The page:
3. Put the Air Hawk air cushion back on. I did that last night and today's longer ride seems to have been comfortable for much longer. Certainly the literal "seat of the pants" test tends to indicate that the Air Hawk seat cushion does isolate vibrations. The Air Hawk is sandwiched between the stock seat and a the sheepskin seat cover on the Yamaha; again it is early days but my legs feel better than after more recent rides.

4. Purchase vibration isolation footpegs. I have not done this and am yet remain unconvinced that they work. Further study on this issue before I set to work on this.

Saturday 27 May 2017. A ride through the Lockyer Valley

Today a small group; Val, Trevor, Derek, Dorothy, Michael, Julie and I kicked off from MacDonalds at Yamanto and travelled some back roads. The route went through Peak Crossing, Harrisville, Warril View, Rosewood, Laidley, Lake Dyer, Forest Hill, Gatton and then lunch at Gatton. Some of us grabbed takeawy at the 'Floating Cafe', which was named after the Grantham Floods in 2011 and we all dined at Bugler Park, which is an excellent place to stop and refresh.

After lunch we stopped at Plainlands for a bit of a gourmet purchase. I grabbed several wursts and some imported Danish waffles, which Karen loves. Then up through Lowood, Esk, Grigor Creek Road, Kilcoy and then home. Dorothy lead us through Grigor Creek Road as I have never been on it; its quite a pleasant surprise, right up there with the Maidenwell-Upper Yamanto back road.

As usuall, these days I am enjoying the moment too much and forgot to take lots of photos. Here are two from Lake Dyer. Next time, we will go through Plainlands first, stop by Schulze's Meat Tavern and pick up some gourmet sausages to cook at Lake Dyer. Visiting this lake was another first time thing for me and it was quite spur of the moment but really worth it. Over the last ten years, the standard of public amenities all over south-east Queensland has really picked up and enjoying the great outdoors is better than ever.

Tuesday 24 May 2017. A few thoughts on mirrors and wind

As the three occasional readers of this blog may know, I have been experimenting for some time on ways to reduce the effects of wind on the helmet, especially noise and buffeting. Its just an interest to see how much I can learn about this without compromising on safety, protection from bugs and rear-view visibility.

On Monday whilst riding I noticed for the first time that the left-hand-side mirror on the Yamaha sits higher than the right-hand-side. This is due to the combined effects of the different stock Yamaha mounting points as well as blindly installing a matching riser to the thread adaptor when I installed aftermarket mirrors.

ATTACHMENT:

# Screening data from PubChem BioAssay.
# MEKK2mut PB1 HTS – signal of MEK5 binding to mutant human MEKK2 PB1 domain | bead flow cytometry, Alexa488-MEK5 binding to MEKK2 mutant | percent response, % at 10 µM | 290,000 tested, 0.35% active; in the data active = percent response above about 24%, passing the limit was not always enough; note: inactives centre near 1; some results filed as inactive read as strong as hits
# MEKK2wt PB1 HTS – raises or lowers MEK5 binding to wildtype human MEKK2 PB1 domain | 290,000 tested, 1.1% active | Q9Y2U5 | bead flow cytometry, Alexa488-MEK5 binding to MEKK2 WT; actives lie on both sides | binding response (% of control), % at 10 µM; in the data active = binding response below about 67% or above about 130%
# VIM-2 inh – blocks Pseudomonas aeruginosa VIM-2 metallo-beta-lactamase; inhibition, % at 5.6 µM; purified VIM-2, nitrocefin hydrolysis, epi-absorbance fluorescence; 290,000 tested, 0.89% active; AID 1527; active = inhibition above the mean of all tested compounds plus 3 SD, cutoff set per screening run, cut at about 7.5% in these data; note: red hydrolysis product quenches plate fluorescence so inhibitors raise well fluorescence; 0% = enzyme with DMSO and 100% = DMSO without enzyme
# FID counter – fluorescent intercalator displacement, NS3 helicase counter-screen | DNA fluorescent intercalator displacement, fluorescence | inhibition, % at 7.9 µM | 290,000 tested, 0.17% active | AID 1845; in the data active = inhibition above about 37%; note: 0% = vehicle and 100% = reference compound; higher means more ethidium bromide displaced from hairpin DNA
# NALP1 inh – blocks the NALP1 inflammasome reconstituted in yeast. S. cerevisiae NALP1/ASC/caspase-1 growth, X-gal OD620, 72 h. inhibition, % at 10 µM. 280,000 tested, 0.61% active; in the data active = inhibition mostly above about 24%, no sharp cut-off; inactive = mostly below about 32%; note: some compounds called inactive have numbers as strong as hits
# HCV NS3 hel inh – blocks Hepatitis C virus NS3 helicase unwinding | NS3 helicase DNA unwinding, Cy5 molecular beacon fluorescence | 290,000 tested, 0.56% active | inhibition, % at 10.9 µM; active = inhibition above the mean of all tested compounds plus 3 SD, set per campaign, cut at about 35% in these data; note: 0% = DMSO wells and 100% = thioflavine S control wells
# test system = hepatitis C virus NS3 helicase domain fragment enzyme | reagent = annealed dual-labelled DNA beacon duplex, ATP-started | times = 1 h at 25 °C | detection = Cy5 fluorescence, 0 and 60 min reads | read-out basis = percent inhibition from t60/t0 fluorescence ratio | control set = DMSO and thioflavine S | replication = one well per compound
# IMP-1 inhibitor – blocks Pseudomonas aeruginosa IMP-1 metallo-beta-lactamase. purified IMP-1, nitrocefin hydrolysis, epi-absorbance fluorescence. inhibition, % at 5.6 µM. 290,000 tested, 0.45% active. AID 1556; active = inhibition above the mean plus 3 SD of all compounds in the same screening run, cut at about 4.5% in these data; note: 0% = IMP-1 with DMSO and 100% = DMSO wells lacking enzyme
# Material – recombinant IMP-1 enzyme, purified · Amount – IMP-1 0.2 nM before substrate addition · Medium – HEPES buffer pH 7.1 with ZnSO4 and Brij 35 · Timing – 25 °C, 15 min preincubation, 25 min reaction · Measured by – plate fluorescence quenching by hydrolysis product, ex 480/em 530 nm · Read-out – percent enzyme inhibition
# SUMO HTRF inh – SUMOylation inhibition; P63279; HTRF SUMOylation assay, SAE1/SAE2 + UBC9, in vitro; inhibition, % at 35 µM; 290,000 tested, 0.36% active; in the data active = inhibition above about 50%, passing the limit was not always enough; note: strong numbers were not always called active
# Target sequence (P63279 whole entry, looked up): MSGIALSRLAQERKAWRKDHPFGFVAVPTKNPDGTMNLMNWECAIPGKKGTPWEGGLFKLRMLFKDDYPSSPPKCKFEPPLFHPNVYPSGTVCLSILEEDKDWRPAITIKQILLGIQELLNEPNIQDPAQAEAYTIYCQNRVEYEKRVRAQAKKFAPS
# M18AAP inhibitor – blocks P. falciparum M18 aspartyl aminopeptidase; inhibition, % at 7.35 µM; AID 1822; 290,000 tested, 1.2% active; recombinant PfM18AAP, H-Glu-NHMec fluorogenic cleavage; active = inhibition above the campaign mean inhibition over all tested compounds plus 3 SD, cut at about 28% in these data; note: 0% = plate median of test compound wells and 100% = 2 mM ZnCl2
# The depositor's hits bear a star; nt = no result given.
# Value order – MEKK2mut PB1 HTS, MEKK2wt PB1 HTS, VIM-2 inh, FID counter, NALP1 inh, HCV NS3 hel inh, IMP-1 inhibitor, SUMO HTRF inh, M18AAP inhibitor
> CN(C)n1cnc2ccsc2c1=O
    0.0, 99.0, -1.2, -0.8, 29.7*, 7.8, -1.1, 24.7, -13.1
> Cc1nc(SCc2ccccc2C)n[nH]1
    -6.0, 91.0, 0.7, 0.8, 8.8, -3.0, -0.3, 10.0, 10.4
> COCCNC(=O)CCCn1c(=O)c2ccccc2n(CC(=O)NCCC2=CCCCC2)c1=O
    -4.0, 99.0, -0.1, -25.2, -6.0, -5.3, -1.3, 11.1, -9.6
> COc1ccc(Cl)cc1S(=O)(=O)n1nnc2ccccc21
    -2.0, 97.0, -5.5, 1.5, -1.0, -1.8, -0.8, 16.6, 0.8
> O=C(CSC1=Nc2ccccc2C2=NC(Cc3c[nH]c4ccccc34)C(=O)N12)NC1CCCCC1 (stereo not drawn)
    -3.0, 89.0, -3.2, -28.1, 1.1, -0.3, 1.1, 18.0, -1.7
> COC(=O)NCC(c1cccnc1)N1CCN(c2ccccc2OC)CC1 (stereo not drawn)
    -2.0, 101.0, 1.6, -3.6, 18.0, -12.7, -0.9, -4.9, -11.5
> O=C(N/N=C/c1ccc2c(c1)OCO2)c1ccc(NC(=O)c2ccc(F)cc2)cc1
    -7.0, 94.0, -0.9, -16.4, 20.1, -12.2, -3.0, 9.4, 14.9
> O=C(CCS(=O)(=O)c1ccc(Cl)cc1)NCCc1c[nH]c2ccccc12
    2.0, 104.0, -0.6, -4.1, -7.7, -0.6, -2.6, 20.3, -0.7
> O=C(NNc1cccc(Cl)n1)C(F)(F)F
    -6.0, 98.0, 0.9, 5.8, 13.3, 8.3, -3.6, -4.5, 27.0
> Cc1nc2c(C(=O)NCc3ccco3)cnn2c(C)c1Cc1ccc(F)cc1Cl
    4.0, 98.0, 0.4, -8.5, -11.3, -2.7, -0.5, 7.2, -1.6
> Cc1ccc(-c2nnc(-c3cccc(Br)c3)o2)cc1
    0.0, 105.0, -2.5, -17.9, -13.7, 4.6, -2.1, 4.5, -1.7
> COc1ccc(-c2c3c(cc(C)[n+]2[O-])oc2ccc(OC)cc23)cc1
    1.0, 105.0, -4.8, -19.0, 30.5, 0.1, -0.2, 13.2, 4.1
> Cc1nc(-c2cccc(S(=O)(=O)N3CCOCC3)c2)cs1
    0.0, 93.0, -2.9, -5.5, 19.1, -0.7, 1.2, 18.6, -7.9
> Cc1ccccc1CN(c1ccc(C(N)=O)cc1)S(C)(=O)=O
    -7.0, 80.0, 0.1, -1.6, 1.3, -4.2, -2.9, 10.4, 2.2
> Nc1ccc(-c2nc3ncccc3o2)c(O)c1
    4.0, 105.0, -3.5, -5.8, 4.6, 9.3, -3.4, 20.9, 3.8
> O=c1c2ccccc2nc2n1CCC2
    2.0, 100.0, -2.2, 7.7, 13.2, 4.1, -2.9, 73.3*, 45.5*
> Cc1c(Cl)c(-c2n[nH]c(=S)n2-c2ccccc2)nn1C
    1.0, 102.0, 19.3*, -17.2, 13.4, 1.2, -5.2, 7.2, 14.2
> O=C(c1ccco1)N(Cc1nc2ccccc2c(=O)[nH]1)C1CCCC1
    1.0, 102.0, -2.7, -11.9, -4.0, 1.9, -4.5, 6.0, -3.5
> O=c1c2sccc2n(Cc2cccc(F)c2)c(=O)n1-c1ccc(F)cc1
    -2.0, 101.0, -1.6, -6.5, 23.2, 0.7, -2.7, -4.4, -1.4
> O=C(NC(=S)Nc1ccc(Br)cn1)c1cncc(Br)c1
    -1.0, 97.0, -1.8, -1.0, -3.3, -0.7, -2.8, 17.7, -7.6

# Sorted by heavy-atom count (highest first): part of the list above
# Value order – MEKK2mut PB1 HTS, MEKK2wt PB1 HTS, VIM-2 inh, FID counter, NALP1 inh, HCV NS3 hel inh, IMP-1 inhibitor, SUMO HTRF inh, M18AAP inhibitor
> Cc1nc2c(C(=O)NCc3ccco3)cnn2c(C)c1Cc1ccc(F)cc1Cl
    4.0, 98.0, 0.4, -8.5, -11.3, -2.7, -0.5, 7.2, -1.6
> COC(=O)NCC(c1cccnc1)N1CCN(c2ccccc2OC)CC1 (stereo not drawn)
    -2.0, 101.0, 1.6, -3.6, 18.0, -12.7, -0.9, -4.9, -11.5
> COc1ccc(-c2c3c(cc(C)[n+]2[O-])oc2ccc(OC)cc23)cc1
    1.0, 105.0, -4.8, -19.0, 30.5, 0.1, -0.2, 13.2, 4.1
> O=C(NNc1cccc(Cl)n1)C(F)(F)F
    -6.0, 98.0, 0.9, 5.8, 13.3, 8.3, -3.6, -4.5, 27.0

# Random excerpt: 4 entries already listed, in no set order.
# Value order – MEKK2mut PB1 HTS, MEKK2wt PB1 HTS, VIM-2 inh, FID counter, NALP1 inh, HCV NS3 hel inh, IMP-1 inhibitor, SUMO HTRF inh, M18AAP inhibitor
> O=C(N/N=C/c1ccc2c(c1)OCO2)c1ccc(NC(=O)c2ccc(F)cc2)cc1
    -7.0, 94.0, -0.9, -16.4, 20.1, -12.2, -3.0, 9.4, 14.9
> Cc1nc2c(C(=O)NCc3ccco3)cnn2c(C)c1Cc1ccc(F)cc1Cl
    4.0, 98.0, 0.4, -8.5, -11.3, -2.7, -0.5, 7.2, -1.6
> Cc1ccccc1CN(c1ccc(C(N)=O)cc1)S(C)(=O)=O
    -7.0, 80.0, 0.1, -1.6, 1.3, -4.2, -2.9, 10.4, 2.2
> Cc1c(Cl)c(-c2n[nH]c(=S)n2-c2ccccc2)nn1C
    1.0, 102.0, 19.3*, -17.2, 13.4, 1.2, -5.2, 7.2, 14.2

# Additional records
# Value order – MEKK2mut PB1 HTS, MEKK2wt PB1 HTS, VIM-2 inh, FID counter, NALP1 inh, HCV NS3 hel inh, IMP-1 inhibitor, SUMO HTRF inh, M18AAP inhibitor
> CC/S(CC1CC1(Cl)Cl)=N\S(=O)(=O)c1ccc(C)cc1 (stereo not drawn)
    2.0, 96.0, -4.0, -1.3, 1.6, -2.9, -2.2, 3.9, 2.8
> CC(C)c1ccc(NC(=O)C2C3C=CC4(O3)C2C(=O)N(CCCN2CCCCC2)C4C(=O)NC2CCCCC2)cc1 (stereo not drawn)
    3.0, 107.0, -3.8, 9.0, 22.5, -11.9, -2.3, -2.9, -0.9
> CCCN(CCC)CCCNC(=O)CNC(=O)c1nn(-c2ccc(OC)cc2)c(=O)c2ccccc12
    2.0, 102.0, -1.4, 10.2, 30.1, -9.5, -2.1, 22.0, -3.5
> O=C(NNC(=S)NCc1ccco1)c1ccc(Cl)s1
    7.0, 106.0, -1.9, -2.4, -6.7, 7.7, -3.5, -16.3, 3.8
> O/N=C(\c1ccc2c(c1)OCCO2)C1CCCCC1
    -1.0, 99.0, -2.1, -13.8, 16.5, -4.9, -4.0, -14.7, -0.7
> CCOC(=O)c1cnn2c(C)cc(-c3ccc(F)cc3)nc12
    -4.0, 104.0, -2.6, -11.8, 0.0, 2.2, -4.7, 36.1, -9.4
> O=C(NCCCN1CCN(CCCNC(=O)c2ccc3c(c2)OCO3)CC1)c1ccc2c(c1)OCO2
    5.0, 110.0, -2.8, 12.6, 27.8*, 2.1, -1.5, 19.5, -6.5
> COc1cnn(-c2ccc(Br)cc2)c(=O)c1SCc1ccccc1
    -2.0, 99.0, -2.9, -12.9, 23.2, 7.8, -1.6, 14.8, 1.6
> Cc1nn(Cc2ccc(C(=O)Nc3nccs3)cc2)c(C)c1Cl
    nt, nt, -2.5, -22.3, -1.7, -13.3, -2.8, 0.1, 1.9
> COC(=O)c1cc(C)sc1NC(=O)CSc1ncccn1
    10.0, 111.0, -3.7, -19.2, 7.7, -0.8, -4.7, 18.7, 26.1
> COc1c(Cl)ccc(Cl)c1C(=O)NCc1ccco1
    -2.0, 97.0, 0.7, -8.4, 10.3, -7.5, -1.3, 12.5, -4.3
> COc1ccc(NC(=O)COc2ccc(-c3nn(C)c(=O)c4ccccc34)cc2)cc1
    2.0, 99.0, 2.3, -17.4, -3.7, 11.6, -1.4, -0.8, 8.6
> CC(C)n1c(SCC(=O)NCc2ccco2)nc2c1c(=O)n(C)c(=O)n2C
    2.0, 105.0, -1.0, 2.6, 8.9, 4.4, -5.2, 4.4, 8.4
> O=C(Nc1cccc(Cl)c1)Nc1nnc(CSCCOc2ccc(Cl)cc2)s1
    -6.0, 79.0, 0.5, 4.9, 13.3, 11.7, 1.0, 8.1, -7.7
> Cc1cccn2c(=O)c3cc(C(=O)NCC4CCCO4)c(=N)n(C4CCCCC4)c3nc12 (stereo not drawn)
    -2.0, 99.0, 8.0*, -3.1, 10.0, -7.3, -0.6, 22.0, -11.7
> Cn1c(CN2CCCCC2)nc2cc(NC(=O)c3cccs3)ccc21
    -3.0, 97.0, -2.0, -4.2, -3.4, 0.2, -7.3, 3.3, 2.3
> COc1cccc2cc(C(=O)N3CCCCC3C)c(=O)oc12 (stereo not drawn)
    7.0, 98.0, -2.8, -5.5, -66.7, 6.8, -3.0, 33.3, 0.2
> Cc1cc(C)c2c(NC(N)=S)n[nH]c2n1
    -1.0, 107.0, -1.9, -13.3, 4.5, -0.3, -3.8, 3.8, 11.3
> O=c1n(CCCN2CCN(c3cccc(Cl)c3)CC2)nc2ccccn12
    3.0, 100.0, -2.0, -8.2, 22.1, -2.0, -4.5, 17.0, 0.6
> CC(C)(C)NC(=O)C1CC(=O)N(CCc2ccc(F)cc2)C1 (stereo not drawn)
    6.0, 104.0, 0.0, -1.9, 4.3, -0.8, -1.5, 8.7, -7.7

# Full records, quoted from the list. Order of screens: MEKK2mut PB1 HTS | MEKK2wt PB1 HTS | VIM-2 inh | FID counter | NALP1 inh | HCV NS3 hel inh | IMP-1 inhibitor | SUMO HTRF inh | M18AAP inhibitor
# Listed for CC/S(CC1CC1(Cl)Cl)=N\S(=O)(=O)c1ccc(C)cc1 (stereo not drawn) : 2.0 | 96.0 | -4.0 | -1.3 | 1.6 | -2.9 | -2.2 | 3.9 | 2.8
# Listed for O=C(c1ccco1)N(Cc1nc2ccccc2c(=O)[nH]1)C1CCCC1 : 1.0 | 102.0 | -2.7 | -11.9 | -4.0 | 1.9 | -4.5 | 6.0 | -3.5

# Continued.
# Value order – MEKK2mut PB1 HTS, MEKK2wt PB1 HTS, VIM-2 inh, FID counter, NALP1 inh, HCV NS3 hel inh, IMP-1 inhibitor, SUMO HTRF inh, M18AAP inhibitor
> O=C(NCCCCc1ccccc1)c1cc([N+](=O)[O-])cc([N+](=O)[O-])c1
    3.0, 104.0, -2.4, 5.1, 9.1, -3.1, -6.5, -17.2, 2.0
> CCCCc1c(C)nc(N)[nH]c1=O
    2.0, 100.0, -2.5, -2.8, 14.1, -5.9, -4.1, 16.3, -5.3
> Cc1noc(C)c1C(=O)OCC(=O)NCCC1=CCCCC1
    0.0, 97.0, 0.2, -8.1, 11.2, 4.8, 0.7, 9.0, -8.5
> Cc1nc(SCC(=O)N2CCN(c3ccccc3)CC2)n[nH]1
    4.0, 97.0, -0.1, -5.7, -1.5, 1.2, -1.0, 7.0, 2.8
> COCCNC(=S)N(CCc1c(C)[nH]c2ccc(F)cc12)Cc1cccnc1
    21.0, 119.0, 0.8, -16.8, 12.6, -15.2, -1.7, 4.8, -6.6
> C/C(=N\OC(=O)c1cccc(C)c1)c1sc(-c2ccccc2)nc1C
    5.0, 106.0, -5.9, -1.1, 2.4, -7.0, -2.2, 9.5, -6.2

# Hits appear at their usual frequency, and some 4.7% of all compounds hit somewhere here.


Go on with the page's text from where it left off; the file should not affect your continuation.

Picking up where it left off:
Basically, if I had measured the heights at the time, I would have realised that the left hand riser was not needed. The left hand mirror mounting point is different to the right-hand side and about three centimetres higher.

Anyhow, when I arrived home, I removed the left-hand-side riser and the mirrors are closer to level, although not perfectly matched. On this mornings ride, I could detect another lowering in buffeting, not a huge difference as it already is fairly low, but some. This seems to align well with the information from a few sources that indicate that the best way to reduce the effects of rear-view mirrors on air flow towards the body and helmet are:

1. Without compromising visibility, keep the mirrors low and out from the bike as possible.  and$18-mirrors-cure-buffeting.html .This does not reduce the buffeting and wind disruption, but places it away from the helmet and body as much as possible.

2. My own observation is to avoid, if possible, a sharp or 90 degree inside corner. Rather, look for mirrors that have a curved edge or even a straight edge from the mount as air flow over the top and inside planes flow a lot smoother. This was my experience with installing Yamaha Tenere mirrors on the Suzuki DR800 and then smaller circular mirrors. To date, the Tenere mirrors were the best ones I have used. To install them I used the Suzuki base mounts and Yamaha stalks.

3. This seems be be congruent with the designs from more expensive and faster bikes. They all have smoother top and inside edges as per the Aprilia ones below:

4. The smaller, the better. Without comprising rear-view visibility, it seems to make sense that the smaller the mirror, the less disruption to the air flow that can occur. I have yet to test this fully. Of course a smaller mirror may have to have a convex lens to provide the full coverage.

5. I suspect, but I am not sure, that if the body of the mirror casing has some shape that helps move the air in a more aerodynamic fashion, this would also help. The casings for the current old GSX-style mirrors are fairly flat, as are DR stock mirrors and it strikes me that these flat surfaces would be pushing the air in a range of uncontrolled directions.

Sunday 13 May 2017. Handgrip heater fix and replacement

Whilst driving from from morning tea with Karen, I had a bit of brainwave on how to fix the handgrip heater and also have some vibration reduction at very little cost. Went to work on repairing the heater and that came to zero cost. Replaced the actual handgrip on the throttle side also at zero cost but I will need to order a new set of Grip Puppies so as to ensure that the left side matches and that may come to about $35.00. Given that the original idea for a full repair would have been between $100.00 and $200.00, I am pleased with both the form and function of the final product: a set of grips with heat and improved vibration resistance. Should keep me riding for some more time to come. Click here for full write-up and photos.

Saturday 12 May 2017. New handguards for the V-Star

An afternoon set aside to move some furniture etc was cancelled, so I had a chance to finish a long delayed job. Taking the prototype DIY handguards as a guide, I built a new set using information gleaned from the recent windshield modification and the year or so of running the prototype guards. Here is the result:

The next job for this bike on the hand controls is to repair or replace the grip heaters. Due to a recent visit with my GP, I have become a bit concerned about the effects of the constant vibration on nerves in my hands and feet . Hopefully the tests that the GP sent me for reveal nothing more than a diet lacking in appropriate Vitamin B and the need to lose weight. Nonetheless I will be looking at aftermarket grips and footpegs that absorb a bit of vibration. We shall see where that journey takes me soon A bit about the science behind the design can be found at this link.